Dr. Randy Dirks – Ph.D. in Intercultural Studies from Trinity International University and six years of field experience in cross-cultural missions.


This article is from the Fall 2018 Issue of coMission Magazine.

Are North America and Western Missionaries Still Needed?

If we don’t stay on mission we will not get the task of the unreached done. But, we need revival, spiritual awakening, and embracing the Father’s vision for all peoples.

Over the last three decades, the number of North American missionaries serving overseas has decreased by 40,000 workers. The total number of missionaries from all nations has also sadly dropped from 440,000 to 415,000 cross-cultural workers. The need for laborers, however, has not diminished, but instead, it has increased! Yet the Church in America has pulled back. This is disturbing and tragic!


Jesus’ disciples asked Him one time, “What will be the sign of Your coming and the end of the age?” (Matt. 24:3 ESV). Jesus gave them a number of different signs, conditions, and warnings. But one, in particular, stood out as the sign, “This gospel of the kingdom will be proclaimed in all the world as a testimony to all nations, and then the end will come.” (Matt. 24:14 ESV)

Jesus’ response regarding His coming was directly linked to accomplishing two significant things – bringing the Gospel to all places and all peoples.


The power and presence of the Holy Spirit are directly linked to being fully engaged in obeying His commands. The evidence of being a disciple of Jesus is obedience to Jesus. The birth of the church in the weeks following Jesus’ ascension was initiated by two major markers: 1) the Holy Spirit’s power; and 2) Being witnesses everywhere. The last words of Jesus before “a cloud took Him out of their sight” are found in Acts 1:8 “You will receive power when the Holy Spirit has come upon you, and you will be my witnesses in Jerusalem, Judea and Samaria, and the ends of the earth.”

This command for the early Church to be witnesses through the power of the Holy Spirit has not changed. The powerful presence of the Holy Spirit and being bold witnesses at home and around the world gave birth to the Church and are essential to her future vitality and health.


In 1972 the World council of Churches called for ‘moratorium on missions’ after years of what they perceived as overreaching colonization. While there certainly were valid concerns about the Church’s approach to missions, and corrections needed, the church also “grew increasingly timid about commending the faith to those of other faiths.” Many mainline denominations pulled back their missions work, especially evangelism and church planting, and increasingly focused on social programs without an emphasis on the gospel of the kingdom. Their decline accelerated with this decision.

Two years later, in 1974, the Lausanne Conference for World Evangelization was held in Lausanne, Switzerland. This was a conference of evangelical leaders, churches, and organizations that took a fresh look at the modern missions challenge. During this conference Dr. Ralph Winter introduced the concept of Unreached People Groups, thereby framing the Great Commission in terms of ethnic groups, rather than geo-political nations. This identification and definition brought a focus on reaching all nations/peoples. It caused a growth of missions among evangelical churches and mission organizations.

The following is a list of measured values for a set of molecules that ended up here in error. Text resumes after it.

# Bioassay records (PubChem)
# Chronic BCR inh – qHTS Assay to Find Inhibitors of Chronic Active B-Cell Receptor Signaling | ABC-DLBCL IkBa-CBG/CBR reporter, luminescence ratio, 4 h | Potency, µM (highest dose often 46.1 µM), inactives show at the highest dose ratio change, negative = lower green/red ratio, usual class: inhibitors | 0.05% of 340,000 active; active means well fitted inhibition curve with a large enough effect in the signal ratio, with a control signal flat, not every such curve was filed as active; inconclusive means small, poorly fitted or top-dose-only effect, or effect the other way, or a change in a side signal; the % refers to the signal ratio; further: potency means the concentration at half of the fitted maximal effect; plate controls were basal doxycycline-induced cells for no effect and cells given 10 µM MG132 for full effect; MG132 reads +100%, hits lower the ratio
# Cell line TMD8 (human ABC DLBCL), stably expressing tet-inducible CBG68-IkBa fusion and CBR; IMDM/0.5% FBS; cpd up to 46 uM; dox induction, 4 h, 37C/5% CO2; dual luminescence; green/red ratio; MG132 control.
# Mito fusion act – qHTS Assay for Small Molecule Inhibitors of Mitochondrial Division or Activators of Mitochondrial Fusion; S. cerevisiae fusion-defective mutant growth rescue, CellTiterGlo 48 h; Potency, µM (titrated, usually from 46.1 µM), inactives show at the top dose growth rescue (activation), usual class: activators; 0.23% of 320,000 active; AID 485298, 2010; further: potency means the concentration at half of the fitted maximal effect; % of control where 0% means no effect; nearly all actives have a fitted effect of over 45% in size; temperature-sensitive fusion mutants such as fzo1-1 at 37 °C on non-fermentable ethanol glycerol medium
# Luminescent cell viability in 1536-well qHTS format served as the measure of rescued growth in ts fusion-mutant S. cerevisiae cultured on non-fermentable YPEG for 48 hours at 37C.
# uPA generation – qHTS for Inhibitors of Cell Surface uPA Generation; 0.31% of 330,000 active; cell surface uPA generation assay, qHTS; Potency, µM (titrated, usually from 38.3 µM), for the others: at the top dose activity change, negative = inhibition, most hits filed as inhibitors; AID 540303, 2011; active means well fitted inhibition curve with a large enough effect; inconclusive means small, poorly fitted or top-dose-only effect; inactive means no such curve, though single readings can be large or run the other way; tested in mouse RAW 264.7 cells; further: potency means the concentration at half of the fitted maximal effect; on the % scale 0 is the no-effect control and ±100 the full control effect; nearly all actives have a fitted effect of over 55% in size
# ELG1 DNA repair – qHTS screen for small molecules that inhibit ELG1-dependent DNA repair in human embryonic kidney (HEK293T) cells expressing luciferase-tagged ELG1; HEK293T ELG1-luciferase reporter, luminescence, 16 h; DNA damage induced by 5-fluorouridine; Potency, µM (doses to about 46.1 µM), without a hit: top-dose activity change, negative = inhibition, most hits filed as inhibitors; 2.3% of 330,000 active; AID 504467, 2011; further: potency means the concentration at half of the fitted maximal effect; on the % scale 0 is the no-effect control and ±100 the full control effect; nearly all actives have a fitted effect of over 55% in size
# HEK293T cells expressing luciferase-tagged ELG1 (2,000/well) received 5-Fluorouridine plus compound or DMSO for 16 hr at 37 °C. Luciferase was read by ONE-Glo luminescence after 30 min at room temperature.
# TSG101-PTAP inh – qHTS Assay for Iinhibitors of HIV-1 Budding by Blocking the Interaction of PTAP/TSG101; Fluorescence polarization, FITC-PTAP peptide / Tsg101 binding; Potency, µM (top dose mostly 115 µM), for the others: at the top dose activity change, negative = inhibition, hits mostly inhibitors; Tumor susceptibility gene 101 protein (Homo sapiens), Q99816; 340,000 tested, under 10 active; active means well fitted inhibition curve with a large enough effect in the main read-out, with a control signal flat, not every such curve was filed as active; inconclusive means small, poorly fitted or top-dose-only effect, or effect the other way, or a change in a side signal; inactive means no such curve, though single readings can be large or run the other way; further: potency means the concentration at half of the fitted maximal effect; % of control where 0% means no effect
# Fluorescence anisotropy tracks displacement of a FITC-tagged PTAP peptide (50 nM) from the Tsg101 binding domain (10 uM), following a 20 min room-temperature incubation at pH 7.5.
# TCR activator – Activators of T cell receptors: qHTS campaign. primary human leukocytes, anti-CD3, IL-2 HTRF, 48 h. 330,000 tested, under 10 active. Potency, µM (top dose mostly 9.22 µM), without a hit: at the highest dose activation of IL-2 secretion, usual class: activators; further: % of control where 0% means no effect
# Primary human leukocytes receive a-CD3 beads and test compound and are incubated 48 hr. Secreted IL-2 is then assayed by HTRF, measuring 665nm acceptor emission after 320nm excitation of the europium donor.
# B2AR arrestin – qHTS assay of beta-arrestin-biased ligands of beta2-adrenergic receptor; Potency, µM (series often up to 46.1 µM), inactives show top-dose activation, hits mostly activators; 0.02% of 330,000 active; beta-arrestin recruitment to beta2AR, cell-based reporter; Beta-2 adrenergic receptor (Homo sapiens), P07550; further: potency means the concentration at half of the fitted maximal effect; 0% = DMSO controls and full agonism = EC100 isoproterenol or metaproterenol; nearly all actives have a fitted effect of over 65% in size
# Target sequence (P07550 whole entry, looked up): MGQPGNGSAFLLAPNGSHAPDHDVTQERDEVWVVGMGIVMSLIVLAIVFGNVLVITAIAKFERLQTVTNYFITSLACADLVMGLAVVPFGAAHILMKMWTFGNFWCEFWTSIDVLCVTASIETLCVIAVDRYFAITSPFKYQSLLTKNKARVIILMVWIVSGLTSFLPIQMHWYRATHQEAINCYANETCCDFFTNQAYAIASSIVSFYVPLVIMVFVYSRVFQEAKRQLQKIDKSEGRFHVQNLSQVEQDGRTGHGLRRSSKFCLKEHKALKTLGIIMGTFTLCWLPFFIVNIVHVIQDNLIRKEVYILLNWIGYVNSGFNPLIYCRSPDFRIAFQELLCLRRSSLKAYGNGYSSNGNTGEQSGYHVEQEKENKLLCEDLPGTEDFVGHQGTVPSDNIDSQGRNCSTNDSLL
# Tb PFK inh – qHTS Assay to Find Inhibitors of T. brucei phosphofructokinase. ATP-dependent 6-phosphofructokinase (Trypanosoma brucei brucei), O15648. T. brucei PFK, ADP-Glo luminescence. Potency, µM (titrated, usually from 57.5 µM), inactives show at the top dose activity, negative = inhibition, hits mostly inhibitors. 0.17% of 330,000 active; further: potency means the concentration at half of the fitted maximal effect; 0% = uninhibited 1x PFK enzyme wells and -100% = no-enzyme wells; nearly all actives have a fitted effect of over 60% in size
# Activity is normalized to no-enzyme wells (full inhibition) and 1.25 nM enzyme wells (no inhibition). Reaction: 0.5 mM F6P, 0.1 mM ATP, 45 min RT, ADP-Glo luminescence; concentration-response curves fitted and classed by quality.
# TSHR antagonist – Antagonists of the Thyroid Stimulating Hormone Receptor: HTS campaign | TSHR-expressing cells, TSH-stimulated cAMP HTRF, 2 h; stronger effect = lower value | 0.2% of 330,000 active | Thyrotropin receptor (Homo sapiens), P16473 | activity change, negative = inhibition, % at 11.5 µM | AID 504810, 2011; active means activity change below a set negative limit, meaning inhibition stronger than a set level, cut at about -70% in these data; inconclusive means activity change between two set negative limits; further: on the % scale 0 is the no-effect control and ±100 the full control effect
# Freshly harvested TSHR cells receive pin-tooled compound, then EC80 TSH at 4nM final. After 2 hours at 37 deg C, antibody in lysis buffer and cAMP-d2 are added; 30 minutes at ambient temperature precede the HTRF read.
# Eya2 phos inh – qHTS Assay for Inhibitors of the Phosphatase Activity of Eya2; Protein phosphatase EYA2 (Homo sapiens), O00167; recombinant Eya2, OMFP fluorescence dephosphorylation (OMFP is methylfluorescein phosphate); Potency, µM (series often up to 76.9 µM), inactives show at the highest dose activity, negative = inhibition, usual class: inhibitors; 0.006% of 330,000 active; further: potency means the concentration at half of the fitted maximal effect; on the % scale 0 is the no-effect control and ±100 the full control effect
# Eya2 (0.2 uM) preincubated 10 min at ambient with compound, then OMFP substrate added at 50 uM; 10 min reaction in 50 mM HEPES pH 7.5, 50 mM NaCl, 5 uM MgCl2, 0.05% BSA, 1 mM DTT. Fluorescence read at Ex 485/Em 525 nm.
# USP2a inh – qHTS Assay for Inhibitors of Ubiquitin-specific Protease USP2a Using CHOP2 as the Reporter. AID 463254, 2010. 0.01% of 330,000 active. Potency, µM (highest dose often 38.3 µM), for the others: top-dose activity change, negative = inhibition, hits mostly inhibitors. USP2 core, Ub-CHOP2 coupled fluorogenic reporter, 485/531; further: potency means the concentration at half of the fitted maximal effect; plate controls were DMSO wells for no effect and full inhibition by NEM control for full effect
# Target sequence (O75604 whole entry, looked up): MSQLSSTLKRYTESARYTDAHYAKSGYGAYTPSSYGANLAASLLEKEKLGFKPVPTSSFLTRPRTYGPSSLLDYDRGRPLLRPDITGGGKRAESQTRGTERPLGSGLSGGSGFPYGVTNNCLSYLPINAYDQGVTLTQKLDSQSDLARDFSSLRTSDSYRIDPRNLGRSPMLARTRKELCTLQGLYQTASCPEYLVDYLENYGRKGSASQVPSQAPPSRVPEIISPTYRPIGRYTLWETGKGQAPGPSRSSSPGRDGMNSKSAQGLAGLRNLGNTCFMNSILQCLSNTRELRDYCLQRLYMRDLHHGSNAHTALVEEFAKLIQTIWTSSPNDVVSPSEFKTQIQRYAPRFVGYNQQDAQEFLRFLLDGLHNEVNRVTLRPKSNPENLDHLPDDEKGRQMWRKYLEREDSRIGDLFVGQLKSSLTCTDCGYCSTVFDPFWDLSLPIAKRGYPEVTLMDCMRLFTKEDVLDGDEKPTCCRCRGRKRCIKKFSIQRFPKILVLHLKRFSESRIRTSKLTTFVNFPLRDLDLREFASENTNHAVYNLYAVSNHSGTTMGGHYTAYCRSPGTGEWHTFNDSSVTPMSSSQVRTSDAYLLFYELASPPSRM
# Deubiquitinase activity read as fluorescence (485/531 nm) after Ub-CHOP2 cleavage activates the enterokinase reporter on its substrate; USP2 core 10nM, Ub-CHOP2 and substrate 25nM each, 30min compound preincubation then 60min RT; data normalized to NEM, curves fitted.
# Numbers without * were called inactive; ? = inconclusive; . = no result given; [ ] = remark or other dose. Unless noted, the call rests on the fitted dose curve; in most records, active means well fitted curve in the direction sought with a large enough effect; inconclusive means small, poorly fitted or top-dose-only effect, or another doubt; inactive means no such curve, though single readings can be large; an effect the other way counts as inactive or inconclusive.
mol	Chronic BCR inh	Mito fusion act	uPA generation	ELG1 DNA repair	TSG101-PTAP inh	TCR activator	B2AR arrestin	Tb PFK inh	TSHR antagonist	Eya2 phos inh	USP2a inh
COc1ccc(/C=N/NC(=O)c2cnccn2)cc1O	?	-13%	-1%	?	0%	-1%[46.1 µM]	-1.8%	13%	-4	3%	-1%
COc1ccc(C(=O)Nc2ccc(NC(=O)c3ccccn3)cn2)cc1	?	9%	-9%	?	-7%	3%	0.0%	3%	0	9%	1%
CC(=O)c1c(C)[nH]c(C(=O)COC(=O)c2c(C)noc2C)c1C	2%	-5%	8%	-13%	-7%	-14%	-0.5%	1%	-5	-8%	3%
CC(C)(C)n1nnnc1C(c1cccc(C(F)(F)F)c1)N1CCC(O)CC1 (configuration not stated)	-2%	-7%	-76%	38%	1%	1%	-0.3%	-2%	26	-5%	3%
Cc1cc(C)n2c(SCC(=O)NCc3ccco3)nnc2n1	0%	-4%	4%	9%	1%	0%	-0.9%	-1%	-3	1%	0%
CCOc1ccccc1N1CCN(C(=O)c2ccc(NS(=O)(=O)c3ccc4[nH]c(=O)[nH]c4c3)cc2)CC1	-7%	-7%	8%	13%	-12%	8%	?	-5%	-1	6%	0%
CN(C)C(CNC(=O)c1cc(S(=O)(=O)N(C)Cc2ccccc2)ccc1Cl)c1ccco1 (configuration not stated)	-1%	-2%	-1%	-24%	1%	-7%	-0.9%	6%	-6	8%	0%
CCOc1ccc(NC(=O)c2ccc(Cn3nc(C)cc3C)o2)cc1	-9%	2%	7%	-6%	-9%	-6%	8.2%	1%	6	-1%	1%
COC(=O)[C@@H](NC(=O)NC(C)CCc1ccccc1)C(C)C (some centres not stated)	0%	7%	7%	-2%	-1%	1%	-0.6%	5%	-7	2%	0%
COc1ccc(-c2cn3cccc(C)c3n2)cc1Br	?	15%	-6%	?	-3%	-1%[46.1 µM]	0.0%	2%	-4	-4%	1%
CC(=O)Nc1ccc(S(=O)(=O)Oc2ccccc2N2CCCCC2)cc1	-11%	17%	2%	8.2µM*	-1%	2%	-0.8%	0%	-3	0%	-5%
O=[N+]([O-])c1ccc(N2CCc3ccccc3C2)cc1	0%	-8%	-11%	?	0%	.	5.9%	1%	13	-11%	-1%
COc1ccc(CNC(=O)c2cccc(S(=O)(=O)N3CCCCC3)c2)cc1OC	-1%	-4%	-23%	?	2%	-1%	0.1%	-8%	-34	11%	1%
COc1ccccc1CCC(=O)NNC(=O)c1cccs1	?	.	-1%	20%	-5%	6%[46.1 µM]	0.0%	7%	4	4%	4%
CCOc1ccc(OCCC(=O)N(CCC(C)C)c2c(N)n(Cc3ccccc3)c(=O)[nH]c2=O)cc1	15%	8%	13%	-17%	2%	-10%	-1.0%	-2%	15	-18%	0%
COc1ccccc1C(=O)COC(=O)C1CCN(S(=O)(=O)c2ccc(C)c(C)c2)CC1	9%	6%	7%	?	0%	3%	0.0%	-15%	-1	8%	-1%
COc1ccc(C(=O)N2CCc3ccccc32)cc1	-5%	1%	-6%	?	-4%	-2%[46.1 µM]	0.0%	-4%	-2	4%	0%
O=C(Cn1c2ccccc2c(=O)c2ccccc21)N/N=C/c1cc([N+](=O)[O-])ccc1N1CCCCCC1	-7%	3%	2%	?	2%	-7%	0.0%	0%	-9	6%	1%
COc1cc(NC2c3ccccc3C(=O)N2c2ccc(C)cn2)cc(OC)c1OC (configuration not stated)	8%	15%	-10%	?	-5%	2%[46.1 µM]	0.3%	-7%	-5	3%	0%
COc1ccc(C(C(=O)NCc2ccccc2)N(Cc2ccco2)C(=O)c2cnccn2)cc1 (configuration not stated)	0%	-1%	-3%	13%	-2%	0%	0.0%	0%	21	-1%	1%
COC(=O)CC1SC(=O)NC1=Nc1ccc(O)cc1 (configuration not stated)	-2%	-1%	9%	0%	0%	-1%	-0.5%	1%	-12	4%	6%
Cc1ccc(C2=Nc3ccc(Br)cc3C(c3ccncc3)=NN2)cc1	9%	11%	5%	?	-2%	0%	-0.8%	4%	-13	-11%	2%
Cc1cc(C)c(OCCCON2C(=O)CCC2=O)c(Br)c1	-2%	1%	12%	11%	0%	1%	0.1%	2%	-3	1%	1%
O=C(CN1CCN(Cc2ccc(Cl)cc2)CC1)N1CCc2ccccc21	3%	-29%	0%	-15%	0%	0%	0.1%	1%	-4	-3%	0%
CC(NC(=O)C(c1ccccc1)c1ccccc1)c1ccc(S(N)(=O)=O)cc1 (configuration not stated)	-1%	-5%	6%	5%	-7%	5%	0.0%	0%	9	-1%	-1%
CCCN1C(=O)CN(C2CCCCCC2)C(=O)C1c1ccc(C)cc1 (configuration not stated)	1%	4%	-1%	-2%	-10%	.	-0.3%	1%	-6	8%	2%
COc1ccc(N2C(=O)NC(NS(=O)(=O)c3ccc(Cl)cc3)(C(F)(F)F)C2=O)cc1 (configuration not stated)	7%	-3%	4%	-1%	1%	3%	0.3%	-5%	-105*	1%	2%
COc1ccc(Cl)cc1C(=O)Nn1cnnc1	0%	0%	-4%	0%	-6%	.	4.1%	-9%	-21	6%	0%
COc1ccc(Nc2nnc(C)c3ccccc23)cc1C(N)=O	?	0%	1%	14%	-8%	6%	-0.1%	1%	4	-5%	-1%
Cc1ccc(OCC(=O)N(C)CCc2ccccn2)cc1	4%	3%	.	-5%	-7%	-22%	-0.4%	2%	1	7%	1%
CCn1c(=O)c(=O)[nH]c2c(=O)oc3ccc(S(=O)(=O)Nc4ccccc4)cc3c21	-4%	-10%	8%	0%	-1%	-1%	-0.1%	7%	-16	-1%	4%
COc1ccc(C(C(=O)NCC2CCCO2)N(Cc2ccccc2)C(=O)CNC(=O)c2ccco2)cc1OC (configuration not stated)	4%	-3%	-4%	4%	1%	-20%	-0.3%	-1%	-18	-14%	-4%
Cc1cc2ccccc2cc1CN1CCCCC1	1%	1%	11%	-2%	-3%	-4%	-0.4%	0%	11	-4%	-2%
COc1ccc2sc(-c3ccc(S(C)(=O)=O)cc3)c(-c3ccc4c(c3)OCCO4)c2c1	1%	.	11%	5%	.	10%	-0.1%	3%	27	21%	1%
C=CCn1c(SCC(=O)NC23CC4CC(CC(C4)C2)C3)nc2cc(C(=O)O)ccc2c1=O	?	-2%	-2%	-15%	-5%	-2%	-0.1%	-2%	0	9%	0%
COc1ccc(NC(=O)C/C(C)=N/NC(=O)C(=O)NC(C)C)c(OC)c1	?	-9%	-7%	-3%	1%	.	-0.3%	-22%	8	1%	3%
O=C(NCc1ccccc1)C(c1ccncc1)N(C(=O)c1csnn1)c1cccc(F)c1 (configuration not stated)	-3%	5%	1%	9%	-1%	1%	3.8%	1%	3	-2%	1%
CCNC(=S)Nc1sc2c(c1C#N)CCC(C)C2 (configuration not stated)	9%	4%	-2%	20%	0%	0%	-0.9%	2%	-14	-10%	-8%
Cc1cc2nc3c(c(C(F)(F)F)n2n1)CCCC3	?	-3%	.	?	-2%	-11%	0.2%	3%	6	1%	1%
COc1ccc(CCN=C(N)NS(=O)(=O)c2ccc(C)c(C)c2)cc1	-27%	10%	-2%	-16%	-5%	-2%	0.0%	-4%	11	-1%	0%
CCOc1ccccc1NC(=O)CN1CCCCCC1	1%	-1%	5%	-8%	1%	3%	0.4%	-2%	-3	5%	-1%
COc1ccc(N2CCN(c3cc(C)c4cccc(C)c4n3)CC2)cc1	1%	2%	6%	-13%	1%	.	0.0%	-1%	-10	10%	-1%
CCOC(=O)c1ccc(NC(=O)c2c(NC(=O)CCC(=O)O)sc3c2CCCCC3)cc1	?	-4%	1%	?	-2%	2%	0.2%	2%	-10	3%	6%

However, tragically, in the past 3 decades, much of the evangelical church in North America has pulled back from sending workers. No matter what reasons could be stated fundamentally, the implications are that the church in North America has shifted its responsibility for sending missionaries to the growing Church in the Global South and East. The growth of the majority world church is tremendous, but it does not relieve us of our responsibility to obey Jesus’ command to “go.” (Matt 28:18) We still have a role and a responsibility to be fully engaged. We must work alongside the global Church as partners and co-laborers in the Gospel.

To be ready and engaged with the Father’s agenda, to be spiritually renewed and vibrant, and to obey Jesus, all of must increase our efforts in strategic ways to make Him known “in all the world (geography) as a testimony to all nations (ethno-linguistic peoples).” (Matt 24:14) Obeying Jesus’ commands is fundamental to our spiritual future and health.


There is a Biblical example beginning in Acts 4 that tracks the story of Barnabas and gives some valuable insights about our role today. Barnabas sold land and gave the money to meet the needs of the early church. He advocated for the young Saul (Paul) and brought him to the Apostles. Barnabas discipled the new believers in Antioch and then invited Saul of Tarsus (Paul) to join him. He took Saul on his first missionary journey – it started off as “Barnabas and Saul” and ended up as “Paul and Barnabas.” Barnabas was willing and ready to step out of the way to allow young and fresh leadership to emerge.

Barnabas was no slouch! He was considered an apostle and a capable teacher and leader. He never stopped fulfilling what God had given him to do. His model of servant leadership applies to 21st-century missions.

Barnabas was identified as “a good man, full of the Holy Spirit and faith.” (Acts 11:24) He was spiritually vibrant and healthy. And where he went, God worked as “a great many people were added to the Lord.”


The Holy Spirit works at the edges of the kingdom – at the front edge of spiritual advance. We the Church (no matter where in the world) must be active in personally proclaiming and demonstrating the Gospel of the Kingdom everywhere and among all peoples – in and beyond our own “Jerusalem, Judea, Samaria, and to the ends of the earth.”

Here are some key ways we can serve and work together: